• japtor - Wednesday, January 1, 2014 - link

    There's never been a pro driver distinction in OS X, Radeons are validated for pro apps in OS X like FirePros in Windows. Granted there hasn't been the pro branding until now, but Apple does the drivers iirc so I don't see them bothering with splitting the driver base like AMD does. Reply
  • melgross - Wednesday, January 1, 2014 - link

    You know nothing about Apple's drivers. I would bet that at the very least, they are based on the pro driver configurations, as apple has little interest in gaming, and a lot of interest in pro users. If you look at the performance of this in a pro app you can see that performance is pretty good. Mac Pro's are used in NASA, drug company research labs, CAD shops, video, photography labs and studios and publishing. Game drivers are of no interest to them.
    Reply
  • solipsism - Tuesday, December 31, 2013 - link

    Note that he speculates that the CPU would be soldered (something no Mac Pro has ever had) and the thermal cap removed (something I believe Apple had only done once).

    Also note he doesn't have any more PCIe available for the SSD so he ends up going with the much slower SATA version but to make up some of the speed he gets 2x512GB in a RAID 0 configuration.

    I like the case they used and I'm expect to see *more* of these smaller cases hit the market for DIYer and from OEMs now that Apple has stepped in.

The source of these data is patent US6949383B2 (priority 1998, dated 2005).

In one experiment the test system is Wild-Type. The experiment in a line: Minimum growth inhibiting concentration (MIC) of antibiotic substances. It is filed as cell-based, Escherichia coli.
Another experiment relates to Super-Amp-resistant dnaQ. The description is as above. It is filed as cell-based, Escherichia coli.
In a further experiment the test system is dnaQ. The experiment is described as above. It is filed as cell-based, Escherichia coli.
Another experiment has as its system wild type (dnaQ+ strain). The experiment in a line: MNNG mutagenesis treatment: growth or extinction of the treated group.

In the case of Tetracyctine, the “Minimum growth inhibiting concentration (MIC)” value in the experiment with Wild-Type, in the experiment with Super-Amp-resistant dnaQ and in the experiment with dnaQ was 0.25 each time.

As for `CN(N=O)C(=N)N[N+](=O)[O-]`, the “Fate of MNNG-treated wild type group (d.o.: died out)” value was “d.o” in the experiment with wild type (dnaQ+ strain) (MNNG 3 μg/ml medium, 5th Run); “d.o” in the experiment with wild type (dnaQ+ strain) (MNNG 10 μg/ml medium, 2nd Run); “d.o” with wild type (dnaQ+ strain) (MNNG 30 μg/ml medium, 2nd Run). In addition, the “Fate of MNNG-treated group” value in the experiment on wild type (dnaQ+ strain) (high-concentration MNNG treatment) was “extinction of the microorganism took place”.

Reply
  • Lonyo - Wednesday, January 1, 2014 - link

    There are lots of small cases on the market and there have been for a while now... sure there could be more, but they are already widely available with a hell of a lot of variety of designs... not sure exactly how you think Apple will have any real impact on this market.

    If anything is going to have an impact it would be Steam boxes because OEMs might start pulling their fingers out and designing more gaming oriented small boxes, although they also are already rather common, but not always available for end users, such as the Alienware system which has a horizontal GPU mount with a riser.
    Reply
  • solipsism - Wednesday, January 1, 2014 - link

    Where are all these OEM PCs with very small cases but high performance like the new Mac Pro? Reply